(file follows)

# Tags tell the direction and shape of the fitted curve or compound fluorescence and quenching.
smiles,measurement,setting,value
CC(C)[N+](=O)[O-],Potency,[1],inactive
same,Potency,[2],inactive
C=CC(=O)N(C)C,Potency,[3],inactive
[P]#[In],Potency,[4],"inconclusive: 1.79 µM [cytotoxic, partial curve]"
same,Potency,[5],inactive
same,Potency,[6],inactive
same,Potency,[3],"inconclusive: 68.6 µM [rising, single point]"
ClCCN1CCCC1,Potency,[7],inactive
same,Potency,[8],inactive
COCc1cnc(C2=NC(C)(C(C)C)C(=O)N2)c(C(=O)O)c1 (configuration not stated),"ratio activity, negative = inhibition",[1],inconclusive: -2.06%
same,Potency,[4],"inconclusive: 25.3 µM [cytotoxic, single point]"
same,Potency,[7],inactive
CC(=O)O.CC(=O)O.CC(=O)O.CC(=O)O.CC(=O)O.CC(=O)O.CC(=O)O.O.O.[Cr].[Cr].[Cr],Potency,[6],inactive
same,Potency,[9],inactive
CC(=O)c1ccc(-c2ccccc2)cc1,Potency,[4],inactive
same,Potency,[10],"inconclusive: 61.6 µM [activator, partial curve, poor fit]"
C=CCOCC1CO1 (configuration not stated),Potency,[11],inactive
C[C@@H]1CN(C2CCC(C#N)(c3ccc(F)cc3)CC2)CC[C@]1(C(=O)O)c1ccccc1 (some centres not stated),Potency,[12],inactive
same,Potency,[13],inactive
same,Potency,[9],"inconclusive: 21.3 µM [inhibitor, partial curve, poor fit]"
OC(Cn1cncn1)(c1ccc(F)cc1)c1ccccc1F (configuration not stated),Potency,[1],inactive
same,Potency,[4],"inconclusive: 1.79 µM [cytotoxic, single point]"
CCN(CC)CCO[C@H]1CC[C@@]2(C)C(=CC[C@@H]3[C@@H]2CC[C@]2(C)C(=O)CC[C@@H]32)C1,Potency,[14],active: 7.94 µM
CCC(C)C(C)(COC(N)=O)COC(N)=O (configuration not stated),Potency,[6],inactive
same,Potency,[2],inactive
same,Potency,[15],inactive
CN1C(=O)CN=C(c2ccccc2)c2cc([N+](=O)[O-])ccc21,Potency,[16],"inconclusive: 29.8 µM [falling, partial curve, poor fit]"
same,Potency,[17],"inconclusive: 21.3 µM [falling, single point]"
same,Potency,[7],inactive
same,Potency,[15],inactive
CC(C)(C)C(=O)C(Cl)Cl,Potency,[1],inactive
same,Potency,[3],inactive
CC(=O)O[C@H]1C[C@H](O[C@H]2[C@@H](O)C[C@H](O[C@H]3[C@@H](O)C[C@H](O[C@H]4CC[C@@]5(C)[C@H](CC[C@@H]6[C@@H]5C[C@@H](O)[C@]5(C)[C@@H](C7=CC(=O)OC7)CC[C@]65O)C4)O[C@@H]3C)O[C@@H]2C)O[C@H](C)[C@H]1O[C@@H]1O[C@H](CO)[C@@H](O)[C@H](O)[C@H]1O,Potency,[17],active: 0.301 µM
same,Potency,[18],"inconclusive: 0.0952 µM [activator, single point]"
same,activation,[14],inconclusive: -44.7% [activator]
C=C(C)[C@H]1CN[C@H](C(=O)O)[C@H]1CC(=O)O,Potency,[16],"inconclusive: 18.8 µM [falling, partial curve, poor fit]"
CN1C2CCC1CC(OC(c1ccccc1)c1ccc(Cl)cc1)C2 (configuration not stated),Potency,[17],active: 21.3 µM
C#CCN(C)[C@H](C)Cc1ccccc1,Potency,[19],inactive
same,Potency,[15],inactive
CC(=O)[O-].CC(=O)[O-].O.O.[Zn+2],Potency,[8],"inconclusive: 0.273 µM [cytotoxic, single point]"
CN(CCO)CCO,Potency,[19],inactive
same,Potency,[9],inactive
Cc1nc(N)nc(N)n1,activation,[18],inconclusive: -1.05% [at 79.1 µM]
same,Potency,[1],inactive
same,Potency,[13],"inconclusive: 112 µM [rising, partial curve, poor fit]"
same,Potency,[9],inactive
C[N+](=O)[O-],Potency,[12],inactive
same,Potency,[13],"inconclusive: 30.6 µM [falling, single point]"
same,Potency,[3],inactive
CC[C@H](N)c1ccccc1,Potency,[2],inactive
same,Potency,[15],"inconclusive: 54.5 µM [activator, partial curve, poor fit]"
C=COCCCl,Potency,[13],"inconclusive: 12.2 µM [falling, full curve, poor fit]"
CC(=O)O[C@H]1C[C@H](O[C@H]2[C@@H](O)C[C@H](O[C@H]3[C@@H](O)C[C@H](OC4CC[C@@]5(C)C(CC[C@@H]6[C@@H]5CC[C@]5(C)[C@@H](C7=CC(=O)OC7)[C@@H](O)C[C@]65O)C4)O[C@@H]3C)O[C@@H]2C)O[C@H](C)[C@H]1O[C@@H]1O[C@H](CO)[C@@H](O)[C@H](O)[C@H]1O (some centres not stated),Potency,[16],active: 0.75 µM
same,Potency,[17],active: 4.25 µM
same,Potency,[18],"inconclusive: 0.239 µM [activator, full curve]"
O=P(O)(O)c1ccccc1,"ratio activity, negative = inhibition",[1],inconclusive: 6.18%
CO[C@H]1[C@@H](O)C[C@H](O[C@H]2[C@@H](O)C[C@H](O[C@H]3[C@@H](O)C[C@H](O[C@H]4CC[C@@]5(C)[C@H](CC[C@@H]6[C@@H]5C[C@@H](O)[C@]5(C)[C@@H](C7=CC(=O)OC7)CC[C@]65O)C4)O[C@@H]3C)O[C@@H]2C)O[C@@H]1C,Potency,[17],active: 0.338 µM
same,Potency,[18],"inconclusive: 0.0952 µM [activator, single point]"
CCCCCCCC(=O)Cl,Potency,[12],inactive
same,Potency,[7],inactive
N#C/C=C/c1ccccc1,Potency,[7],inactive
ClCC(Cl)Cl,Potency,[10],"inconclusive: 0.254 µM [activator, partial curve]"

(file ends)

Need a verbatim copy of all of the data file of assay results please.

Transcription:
# Tags tell the direction and shape of the fitted curve or compound fluorescence and quenching.
smiles,measurement,setting,value
CC(C)[N+](=O)[O-],Potency,[1],inactive
same,Potency,[2],inactive
C=CC(=O)N(C)C,Potency,[3],inactive
[P]#[In],Potency,[4],"inconclusive: 1.79 µM [cytotoxic, partial curve]"
same,Potency,[5],inactive
same,Potency,[6],inactive
same,Potency,[3],"inconclusive: 68.6 µM [rising, single point]"
ClCCN1CCCC1,Potency,[7],inactive
same,Potency,[8],inactive
COCc1cnc(C2=NC(C)(C(C)C)C(=O)N2)c(C(=O)O)c1 (configuration not stated),"ratio activity, negative = inhibition",[1],inconclusive: -2.06%
same,Potency,[4],"inconclusive: 25.3 µM [cytotoxic, single point]"
same,Potency,[7],inactive
CC(=O)O.CC(=O)O.CC(=O)O.CC(=O)O.CC(=O)O.CC(=O)O.CC(=O)O.O.O.[Cr].[Cr].[Cr],Potency,[6],inactive
same,Potency,[9],inactive
CC(=O)c1ccc(-c2ccccc2)cc1,Potency,[4],inactive
same,Potency,[10],"inconclusive: 61.6 µM [activator, partial curve, poor fit]"
C=CCOCC1CO1 (configuration not stated),Potency,[11],inactive
C[C@@H]1CN(C2CCC(C#N)(c3ccc(F)cc3)CC2)CC[C@]1(C(=O)O)c1ccccc1 (some centres not stated),Potency,[12],inactive
same,Potency,[13],inactive
same,Potency,[9],"inconclusive: 21.3 µM [inhibitor, partial curve, poor fit]"
OC(Cn1cncn1)(c1ccc(F)cc1)c1ccccc1F (configuration not stated),Potency,[1],inactive
same,Potency,[4],"inconclusive: 1.79 µM [cytotoxic, single point]"
CCN(CC)CCO[C@H]1CC[C@@]2(C)C(=CC[C@@H]3[C@@H]2CC[C@]2(C)C(=O)CC[C@@H]32)C1,Potency,[14],active: 7.94 µM
CCC(C)C(C)(COC(N)=O)COC(N)=O (configuration not stated),Potency,[6],inactive
same,Potency,[2],inactive
same,Potency,[15],inactive
CN1C(=O)CN=C(c2ccccc2)c2cc([N+](=O)[O-])ccc21,Potency,[16],"inconclusive: 29.8 µM [falling, partial curve, poor fit]"
same,Potency,[17],"inconclusive: 21.3 µM [falling, single point]"
same,Potency,[7],inactive
same,Potency,[15],inactive
CC(C)(C)C(=O)C(Cl)Cl,Potency,[1],inactive
same,Potency,[3],inactive
CC(=O)O[C@H]1C[C@H](O[C@H]2[C@@H](O)C[C@H](O[C@H]3[C@@H](O)C[C@H](O[C@H]4CC[C@@]5(C)[C@H](CC[C@@H]6[C@@H]5C[C@@H](O)[C@]5(C)[C@@H](C7=CC(=O)OC7)CC[C@]65O)C4)O[C@@H]3C)O[C@@H]2C)O[C@H](C)[C@H]1O[C@@H]1O[C@H](CO)[C@@H](O)[C@H](O)[C@H]1O,Potency,[17],active: 0.301 µM
same,Potency,[18],"inconclusive: 0.0952 µM [activator, single point]"
same,activation,[14],inconclusive: -44.7% [activator]
C=C(C)[C@H]1CN[C@H](C(=O)O)[C@H]1CC(=O)O,Potency,[16],"inconclusive: 18.8 µM [falling, partial curve, poor fit]"
CN1C2CCC1CC(OC(c1ccccc1)c1ccc(Cl)cc1)C2 (configuration not stated),Potency,[17],active: 21.3 µM
C#CCN(C)[C@H](C)Cc1ccccc1,Potency,[19],inactive
same,Potency,[15],inactive
CC(=O)[O-].CC(=O)[O-].O.O.[Zn+2],Potency,[8],"inconclusive: 0.273 µM [cytotoxic, single point]"
CN(CCO)CCO,Potency,[19],inactive
same,Potency,[9],inactive
Cc1nc(N)nc(N)n1,activation,[18],inconclusive: -1.05% [at 79.1 µM]
same,Potency,[1],inactive
same,Potency,[13],"inconclusive: 112 µM [rising, partial curve, poor fit]"
same,Potency,[9],inactive
C[N+](=O)[O-],Potency,[12],inactive
same,Potency,[13],"inconclusive: 30.6 µM [falling, single point]"
same,Potency,[3],inactive
CC[C@H](N)c1ccccc1,Potency,[2],inactive
same,Potency,[15],"inconclusive: 54.5 µM [activator, partial curve, poor fit]"
C=COCCCl,Potency,[13],"inconclusive: 12.2 µM [falling, full curve, poor fit]"
CC(=O)O[C@H]1C[C@H](O[C@H]2[C@@H](O)C[C@H](O[C@H]3[C@@H](O)C[C@H](OC4CC[C@@]5(C)C(CC[C@@H]6[C@@H]5CC[C@]5(C)[C@@H](C7=CC(=O)OC7)[C@@H](O)C[C@]65O)C4)O[C@@H]3C)O[C@@H]2C)O[C@H](C)[C@H]1O[C@@H]1O[C@H](CO)[C@@H](O)[C@H](O)[C@H]1O (some centres not stated),Potency,[16],active: 0.75 µM
same,Potency,[17],active: 4.25 µM
same,Potency,[18],"inconclusive: 0.239 µM [activator, full curve]"
O=P(O)(O)c1ccccc1,"ratio activity, negative = inhibition",[1],inconclusive: 6.18%
CO[C@H]1[C@@H](O)C[C@H](O[C@H]2[C@@H](O)C[C@H](O[C@H]3[C@@H](O)C[C@H](O[C@H]4CC[C@@]5(C)[C@H](CC[C@@H]6[C@@H]5C[C@@H](O)[C@]5(C)[C@@H](C7=CC(=O)OC7)CC[C@]65O)C4)O[C@@H]3C)O[C@@H]2C)O[C@@H]1C,Potency,[17],active: 0.338 µM
same,Potency,[18],"inconclusive: 0.0952 µM [activator, single point]"
CCCCCCCC(=O)Cl,Potency,[12],inactive
same,Potency,[7],inactive
N#C/C=C/c1ccccc1,Potency,[7],inactive
ClCC(Cl)Cl,Potency,[10],"inconclusive: 0.254 µM [activator, partial curve]"